Absolutely no attempts were made to change the obvious discrepancies in the last crisis ...Over dependance on Multinationals and Dubious profit washing, Little or no incentive for SME and indigenous development, and a Public service that is dated slow and inefficient with pay and pension scales that marries well with the MNC sector but is totally out of kilter with the actual economy (acting as another disincentive to innovation and indigenous development) .

This time hopefully a complete redrawing of both the Republic and its economic model (what FG promised but utterly failed to do in 2011) wil be on the cards ...SF s election points to a growing demand for that.

But tis going to be very difficult , a major downturn and recession is clearly on the way to add to our already enormous (tut tut such porkies last night Leo !) national debt.
 

omgsquared

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We all need to live a less consumptive type of life, We need to maintain a global perspective but shop, work, manufacture and develop economies based on local resources as much as possible. I have had to move properties several time in the last ten years , This has necessitated clear outs. The amount of junk, Sh--we collect is truly mind boggling..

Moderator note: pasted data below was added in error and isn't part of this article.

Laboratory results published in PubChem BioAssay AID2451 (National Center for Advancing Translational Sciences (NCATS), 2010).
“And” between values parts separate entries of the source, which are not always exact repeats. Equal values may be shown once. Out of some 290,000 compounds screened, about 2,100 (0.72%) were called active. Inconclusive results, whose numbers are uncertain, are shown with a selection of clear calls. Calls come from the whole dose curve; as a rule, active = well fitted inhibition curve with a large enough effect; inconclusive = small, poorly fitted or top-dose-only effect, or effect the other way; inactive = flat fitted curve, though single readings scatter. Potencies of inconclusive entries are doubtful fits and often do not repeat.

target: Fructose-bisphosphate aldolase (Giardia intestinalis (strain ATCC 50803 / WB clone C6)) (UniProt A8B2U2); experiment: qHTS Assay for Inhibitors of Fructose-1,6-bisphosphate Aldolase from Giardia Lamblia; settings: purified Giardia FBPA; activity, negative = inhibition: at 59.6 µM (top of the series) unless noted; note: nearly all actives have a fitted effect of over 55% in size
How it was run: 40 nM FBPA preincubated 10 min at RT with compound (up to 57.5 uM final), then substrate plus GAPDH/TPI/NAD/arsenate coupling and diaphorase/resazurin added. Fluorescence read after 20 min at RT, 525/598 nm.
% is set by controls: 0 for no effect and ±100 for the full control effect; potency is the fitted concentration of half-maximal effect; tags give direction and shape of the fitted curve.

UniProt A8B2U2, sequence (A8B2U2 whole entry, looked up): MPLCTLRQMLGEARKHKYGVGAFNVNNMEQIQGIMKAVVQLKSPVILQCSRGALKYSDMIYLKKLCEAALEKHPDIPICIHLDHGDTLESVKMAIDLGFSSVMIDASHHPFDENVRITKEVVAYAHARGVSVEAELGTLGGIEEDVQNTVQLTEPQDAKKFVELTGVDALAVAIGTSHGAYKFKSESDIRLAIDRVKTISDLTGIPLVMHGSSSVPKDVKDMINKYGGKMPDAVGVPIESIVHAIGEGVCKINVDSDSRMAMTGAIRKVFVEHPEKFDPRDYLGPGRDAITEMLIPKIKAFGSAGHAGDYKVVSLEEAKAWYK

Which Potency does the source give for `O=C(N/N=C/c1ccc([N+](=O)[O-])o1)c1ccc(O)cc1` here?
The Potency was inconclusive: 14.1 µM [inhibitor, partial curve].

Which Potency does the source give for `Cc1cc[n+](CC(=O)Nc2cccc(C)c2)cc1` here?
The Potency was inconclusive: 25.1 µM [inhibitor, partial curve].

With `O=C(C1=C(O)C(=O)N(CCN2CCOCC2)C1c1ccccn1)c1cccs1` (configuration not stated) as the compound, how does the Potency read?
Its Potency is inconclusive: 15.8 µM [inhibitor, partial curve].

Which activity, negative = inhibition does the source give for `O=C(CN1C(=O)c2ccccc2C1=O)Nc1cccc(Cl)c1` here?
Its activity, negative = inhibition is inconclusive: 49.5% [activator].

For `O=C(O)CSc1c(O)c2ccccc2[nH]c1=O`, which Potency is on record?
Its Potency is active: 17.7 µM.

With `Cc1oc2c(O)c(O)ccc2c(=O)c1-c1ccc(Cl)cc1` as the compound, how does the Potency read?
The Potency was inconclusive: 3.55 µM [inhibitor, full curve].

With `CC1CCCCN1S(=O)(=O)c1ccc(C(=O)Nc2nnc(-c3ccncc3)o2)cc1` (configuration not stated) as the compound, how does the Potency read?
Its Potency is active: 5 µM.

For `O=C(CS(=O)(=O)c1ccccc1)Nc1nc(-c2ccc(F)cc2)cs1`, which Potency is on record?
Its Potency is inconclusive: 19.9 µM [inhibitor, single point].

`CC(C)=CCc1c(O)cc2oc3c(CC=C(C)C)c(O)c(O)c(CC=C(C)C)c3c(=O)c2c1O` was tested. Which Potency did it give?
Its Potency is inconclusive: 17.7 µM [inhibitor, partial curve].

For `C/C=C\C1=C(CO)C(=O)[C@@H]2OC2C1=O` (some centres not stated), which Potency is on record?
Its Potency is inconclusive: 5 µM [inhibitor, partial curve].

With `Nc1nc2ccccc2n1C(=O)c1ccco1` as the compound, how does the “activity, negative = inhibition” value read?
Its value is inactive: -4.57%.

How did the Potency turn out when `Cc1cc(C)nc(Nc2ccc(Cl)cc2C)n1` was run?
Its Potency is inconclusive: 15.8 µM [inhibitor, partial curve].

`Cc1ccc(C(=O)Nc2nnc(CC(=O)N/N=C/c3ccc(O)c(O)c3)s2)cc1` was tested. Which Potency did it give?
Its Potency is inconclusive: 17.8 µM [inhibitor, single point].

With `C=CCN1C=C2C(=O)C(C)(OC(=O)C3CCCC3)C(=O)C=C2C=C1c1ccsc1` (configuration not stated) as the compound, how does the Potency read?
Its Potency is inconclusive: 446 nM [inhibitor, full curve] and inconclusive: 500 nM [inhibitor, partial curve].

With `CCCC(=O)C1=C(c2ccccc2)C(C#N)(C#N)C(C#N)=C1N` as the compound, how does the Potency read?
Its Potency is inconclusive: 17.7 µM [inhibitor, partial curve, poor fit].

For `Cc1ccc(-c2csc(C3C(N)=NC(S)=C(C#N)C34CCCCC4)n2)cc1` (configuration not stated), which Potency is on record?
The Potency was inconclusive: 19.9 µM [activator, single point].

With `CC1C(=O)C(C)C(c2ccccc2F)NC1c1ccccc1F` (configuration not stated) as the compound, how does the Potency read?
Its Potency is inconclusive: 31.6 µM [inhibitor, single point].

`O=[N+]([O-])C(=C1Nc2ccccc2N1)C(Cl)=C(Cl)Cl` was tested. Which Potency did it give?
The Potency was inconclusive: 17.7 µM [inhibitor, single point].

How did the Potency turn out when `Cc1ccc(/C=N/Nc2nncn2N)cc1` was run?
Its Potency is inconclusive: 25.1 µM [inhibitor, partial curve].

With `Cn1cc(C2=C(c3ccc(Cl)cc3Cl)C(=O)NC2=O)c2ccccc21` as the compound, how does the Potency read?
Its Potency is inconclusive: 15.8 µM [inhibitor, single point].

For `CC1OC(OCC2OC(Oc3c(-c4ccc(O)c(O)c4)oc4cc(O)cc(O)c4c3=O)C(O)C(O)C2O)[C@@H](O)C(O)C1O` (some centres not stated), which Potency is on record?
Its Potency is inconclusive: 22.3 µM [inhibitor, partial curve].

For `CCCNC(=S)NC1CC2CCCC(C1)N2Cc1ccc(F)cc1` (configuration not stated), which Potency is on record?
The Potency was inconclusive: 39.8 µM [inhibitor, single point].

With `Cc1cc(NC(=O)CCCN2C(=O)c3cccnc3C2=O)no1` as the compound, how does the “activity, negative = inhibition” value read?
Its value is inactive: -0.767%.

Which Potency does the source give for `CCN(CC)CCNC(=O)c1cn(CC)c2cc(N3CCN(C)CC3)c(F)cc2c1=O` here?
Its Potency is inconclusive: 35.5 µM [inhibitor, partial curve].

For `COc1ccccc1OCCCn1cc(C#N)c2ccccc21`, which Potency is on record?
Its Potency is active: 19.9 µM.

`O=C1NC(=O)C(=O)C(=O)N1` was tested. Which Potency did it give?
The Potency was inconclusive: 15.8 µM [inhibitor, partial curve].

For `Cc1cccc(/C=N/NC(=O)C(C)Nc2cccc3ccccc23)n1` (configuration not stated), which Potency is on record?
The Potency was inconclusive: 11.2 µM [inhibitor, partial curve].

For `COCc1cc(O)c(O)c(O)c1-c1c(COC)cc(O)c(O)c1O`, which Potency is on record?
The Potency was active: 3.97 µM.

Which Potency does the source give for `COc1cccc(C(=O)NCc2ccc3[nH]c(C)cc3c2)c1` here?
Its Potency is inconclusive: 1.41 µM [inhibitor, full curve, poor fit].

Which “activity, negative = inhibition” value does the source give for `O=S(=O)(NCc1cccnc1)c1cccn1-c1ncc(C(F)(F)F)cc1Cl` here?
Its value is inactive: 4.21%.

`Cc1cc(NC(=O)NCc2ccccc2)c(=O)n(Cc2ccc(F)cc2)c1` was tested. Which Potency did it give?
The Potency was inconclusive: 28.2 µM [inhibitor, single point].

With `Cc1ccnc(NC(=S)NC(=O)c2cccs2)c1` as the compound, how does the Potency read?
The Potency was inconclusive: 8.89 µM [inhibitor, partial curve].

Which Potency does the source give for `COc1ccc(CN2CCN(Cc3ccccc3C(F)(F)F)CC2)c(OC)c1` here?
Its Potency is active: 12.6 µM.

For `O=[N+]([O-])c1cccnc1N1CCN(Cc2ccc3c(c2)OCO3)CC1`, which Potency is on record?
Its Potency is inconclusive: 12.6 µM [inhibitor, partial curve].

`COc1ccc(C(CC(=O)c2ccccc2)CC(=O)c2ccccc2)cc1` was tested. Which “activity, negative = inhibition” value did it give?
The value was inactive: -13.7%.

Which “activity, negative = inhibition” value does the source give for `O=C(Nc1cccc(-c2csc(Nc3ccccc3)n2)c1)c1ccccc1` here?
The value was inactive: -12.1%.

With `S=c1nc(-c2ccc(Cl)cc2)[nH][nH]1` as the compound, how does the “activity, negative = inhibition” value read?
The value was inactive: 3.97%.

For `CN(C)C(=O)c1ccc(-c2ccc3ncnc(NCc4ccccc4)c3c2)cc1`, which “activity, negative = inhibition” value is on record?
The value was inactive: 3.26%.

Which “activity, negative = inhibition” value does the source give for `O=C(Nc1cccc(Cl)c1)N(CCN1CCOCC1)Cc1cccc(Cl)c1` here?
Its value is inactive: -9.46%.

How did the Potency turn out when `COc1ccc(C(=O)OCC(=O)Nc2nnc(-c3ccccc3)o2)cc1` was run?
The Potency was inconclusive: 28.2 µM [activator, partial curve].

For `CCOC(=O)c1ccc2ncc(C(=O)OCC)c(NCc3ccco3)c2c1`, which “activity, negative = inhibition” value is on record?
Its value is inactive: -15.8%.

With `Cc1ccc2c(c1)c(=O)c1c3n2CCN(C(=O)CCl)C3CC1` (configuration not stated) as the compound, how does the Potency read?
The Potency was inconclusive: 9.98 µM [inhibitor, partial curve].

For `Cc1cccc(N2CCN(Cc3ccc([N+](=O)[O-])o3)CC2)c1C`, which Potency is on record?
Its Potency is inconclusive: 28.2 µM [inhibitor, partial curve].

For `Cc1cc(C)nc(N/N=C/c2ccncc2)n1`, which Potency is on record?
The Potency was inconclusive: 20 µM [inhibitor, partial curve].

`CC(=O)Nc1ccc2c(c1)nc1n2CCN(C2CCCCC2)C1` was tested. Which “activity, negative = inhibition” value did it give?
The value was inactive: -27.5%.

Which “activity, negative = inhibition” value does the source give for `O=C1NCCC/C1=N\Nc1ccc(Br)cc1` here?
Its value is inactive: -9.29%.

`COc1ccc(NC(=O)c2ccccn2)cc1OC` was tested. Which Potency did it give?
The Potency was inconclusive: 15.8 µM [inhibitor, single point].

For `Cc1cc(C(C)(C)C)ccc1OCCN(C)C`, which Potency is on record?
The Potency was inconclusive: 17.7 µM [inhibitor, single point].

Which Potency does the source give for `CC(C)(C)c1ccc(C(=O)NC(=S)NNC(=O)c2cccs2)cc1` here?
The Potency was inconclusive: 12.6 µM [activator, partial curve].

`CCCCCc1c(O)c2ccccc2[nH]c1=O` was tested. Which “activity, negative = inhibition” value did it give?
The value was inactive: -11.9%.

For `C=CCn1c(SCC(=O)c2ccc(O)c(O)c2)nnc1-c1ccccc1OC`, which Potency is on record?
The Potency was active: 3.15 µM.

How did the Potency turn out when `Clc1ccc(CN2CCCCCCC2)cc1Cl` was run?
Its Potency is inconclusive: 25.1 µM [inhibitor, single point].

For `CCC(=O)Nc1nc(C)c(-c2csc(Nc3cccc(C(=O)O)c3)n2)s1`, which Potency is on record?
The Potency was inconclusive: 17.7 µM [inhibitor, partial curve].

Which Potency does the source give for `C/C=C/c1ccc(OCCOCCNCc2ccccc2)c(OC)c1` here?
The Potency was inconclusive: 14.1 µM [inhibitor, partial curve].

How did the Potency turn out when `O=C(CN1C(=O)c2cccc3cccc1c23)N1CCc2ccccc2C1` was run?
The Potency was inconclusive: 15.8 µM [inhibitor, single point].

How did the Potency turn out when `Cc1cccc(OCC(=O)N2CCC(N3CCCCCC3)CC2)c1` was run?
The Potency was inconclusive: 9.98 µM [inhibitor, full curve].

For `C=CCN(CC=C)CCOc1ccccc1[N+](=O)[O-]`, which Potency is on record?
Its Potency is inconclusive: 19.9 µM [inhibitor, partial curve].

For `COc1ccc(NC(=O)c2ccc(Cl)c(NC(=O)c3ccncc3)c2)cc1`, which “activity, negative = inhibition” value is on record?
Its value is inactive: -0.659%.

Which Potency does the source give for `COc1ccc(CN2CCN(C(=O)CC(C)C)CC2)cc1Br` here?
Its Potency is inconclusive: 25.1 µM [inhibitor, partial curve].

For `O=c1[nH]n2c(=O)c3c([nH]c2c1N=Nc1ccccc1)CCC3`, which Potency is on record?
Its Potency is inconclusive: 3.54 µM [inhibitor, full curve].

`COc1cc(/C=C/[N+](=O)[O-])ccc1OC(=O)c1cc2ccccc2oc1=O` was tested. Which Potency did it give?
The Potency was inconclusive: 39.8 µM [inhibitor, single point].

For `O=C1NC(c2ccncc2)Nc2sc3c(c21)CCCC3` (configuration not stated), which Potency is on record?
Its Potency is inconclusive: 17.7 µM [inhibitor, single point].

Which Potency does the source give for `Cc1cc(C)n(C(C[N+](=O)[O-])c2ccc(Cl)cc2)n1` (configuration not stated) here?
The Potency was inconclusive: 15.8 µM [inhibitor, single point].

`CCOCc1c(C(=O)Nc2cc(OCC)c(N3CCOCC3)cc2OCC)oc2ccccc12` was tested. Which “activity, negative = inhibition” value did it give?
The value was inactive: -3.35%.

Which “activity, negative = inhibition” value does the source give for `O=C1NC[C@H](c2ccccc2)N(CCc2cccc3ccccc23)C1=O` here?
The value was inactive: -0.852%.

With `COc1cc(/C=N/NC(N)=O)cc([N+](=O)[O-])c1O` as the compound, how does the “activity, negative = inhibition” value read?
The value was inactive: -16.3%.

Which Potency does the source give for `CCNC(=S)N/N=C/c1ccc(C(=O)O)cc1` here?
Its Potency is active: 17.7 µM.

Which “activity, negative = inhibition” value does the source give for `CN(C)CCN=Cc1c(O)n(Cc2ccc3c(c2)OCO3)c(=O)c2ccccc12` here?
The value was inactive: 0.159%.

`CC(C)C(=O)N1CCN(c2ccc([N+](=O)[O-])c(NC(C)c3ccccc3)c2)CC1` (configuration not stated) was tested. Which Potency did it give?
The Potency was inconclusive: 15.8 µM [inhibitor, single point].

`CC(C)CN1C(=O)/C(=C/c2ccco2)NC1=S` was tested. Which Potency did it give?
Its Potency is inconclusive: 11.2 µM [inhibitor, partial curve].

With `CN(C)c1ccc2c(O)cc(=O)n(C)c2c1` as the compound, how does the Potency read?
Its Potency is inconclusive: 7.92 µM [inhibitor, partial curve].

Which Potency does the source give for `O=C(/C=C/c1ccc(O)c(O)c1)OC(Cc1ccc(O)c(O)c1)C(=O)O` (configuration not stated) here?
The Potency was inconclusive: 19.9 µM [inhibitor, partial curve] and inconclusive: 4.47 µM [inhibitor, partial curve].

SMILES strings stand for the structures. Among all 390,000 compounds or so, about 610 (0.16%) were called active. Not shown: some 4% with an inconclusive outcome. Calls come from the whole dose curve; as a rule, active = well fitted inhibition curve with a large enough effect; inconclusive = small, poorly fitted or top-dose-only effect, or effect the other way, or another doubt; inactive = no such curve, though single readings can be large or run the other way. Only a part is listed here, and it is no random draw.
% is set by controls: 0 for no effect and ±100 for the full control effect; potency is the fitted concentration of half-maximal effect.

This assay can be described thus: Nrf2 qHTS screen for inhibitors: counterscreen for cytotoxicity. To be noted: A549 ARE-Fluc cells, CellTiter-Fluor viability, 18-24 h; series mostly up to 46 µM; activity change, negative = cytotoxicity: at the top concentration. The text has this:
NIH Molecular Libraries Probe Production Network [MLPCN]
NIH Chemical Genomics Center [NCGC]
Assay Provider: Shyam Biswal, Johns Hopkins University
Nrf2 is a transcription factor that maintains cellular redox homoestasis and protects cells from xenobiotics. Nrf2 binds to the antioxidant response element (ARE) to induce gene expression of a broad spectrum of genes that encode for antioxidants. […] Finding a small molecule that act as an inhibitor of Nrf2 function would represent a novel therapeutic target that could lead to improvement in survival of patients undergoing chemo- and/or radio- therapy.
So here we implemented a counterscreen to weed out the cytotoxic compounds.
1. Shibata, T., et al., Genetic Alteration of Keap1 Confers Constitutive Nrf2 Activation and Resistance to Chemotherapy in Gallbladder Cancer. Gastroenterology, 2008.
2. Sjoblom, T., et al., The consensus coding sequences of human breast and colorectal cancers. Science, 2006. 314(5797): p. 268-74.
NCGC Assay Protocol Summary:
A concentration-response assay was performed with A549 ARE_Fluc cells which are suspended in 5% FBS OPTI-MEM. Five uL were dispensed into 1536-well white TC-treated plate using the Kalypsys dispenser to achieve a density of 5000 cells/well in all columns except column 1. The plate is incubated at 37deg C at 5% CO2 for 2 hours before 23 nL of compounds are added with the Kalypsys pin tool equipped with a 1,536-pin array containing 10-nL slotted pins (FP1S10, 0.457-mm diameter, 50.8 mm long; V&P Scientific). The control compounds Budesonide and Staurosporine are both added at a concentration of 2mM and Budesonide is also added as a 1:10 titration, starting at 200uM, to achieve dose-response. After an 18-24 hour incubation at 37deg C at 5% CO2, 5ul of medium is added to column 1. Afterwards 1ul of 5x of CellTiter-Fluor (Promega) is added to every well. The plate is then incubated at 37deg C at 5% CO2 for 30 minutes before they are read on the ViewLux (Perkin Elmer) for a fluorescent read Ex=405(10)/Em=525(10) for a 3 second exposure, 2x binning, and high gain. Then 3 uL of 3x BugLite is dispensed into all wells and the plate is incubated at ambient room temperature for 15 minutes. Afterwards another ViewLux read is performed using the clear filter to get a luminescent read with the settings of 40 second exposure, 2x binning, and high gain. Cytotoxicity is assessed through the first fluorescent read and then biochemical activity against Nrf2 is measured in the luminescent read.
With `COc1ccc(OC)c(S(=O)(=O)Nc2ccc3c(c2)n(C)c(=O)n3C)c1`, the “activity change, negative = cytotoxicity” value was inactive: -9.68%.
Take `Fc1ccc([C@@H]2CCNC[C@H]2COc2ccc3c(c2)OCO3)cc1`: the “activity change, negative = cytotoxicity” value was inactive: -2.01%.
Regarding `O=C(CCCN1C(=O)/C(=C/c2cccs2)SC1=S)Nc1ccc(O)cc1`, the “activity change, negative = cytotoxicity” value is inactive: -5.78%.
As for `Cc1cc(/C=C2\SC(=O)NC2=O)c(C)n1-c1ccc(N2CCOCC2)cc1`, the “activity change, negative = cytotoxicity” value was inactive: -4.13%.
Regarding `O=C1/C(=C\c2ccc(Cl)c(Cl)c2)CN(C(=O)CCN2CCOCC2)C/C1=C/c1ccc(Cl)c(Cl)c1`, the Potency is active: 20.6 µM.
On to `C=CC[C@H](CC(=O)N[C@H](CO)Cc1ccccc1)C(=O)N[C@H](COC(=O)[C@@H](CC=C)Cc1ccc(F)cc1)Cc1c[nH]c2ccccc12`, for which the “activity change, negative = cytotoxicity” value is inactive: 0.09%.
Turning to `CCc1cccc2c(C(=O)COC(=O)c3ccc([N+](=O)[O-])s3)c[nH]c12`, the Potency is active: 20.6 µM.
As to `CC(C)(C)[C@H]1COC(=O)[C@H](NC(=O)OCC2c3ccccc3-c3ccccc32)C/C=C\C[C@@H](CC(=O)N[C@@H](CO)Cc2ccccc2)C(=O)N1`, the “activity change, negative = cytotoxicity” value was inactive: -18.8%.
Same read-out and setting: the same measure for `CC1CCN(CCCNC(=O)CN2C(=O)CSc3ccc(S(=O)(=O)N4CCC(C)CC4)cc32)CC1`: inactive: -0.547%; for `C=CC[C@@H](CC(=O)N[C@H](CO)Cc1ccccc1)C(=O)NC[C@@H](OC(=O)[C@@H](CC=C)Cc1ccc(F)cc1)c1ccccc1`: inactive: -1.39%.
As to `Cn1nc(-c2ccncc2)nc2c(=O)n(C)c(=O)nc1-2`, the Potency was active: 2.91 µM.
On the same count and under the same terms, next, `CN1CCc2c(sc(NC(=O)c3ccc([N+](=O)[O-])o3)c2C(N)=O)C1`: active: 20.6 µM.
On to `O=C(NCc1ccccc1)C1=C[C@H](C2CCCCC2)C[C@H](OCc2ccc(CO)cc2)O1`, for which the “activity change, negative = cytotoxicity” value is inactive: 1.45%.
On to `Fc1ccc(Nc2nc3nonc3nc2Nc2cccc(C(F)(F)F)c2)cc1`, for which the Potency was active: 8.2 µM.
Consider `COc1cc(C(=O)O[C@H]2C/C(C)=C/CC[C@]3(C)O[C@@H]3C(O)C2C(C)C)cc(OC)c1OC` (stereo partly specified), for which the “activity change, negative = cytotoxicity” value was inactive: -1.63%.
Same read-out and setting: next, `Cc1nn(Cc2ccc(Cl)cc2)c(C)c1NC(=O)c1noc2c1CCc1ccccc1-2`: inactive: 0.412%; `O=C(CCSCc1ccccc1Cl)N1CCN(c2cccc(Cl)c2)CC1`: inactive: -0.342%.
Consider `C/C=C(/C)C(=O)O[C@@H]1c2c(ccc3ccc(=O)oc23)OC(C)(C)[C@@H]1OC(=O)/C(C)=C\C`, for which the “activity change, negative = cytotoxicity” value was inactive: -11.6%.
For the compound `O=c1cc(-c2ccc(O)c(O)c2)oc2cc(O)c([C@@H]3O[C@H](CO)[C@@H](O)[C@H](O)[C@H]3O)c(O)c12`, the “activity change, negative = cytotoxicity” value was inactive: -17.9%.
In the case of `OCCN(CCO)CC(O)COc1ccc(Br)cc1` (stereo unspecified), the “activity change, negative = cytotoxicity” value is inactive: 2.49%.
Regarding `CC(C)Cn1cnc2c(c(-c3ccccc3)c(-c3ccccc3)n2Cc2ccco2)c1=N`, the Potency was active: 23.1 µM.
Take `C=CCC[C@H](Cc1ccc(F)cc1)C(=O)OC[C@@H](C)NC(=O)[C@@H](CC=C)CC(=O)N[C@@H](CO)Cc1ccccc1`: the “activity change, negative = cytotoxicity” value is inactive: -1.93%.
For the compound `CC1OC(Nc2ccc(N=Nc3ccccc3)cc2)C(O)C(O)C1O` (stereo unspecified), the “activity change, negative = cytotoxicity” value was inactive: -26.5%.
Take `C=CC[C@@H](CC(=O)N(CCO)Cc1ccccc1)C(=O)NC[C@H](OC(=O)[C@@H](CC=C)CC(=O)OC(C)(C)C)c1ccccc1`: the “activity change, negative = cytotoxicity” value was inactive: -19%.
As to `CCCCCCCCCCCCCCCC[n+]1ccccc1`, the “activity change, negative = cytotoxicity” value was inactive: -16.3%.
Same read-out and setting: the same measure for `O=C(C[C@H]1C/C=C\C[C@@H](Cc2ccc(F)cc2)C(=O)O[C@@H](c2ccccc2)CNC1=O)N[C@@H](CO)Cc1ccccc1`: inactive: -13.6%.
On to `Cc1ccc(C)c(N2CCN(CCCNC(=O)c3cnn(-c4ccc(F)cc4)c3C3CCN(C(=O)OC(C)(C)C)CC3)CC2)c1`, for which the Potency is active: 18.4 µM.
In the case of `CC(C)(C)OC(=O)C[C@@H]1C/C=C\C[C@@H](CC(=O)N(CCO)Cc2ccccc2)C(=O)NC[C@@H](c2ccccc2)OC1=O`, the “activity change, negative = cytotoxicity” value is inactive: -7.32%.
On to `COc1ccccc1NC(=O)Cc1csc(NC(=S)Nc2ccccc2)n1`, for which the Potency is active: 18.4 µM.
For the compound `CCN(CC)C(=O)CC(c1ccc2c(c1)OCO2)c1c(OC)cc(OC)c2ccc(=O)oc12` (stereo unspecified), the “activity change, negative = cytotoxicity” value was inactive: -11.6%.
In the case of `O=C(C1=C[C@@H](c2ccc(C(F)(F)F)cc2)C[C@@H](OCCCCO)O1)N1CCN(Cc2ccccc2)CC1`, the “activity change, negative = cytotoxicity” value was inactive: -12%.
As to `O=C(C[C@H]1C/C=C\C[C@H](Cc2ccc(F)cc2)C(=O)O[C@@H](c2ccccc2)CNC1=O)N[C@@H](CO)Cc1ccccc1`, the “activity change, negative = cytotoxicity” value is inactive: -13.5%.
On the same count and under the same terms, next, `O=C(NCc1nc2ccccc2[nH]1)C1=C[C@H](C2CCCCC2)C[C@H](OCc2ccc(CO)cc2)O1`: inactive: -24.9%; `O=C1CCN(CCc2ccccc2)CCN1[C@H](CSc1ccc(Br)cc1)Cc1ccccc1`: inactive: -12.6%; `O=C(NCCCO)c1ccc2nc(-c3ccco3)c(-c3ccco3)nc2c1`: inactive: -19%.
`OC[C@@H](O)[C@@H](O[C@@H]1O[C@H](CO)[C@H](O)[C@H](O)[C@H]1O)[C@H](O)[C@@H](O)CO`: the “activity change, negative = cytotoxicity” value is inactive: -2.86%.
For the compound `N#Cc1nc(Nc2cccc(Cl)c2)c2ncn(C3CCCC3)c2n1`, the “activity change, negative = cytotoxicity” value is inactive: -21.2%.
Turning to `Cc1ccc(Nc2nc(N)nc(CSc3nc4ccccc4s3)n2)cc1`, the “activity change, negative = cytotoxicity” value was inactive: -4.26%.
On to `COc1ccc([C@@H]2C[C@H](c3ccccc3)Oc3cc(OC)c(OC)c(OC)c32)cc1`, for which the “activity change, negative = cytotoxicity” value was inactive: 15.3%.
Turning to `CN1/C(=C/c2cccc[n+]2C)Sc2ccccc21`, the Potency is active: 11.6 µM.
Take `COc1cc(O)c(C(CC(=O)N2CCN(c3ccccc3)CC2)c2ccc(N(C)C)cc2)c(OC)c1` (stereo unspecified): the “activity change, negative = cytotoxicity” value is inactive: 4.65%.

As I am retired I intend to spend more time growing my own produce, reducing time on internet and social media, travelling less, and while not going on the 'crazy prepper rote" becoming more self reliant. Oh and also buying some more ammo for my shotgun,,
 

brughahaha

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We all need to live a less consumptive type of life, We need to maintain a global perspective but shop, work, manufacture and develop economies based on local resources as much as possible. I have had to move properties several time in the last ten years , This has necessitated clear outs. The amount of junk, Sh--we collect is truly mind boggling..
As I am retired I intend to spend more time growing my own produce, reducing time on internet and social media, travelling less, and while not going on the 'crazy prepper rote" becoming more self reliant. Oh and also buying some more ammo for my shotgun,,

Totally agree ...we seem to have a "clearout" every 6 months , problem is , its like a weed and we seem to accumulate even more useless unnecessary crap necessitating another clearout 6 months later

But unfortunately the current Global economic model is based on ever increasing personal consumption ....
 

omgsquared

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Totally agree ...we seem to have a "clearout" every 6 months , problem is , its like a weed and we seem to accumulate even more useless unnecessary crap necessitating another clearout 6 months later

But unfortunately the current Global economic model is based on ever increasing personal consumption ....
Exactly and this why we need to ask ourselves what is this thing called an economy for.. profits wealth for a few or for people and society,, How do we strike the balance.. I think since the 80s we starting losing it and since 2000 really off the rails.. Celtic tigers years a good example 200bn still in debt..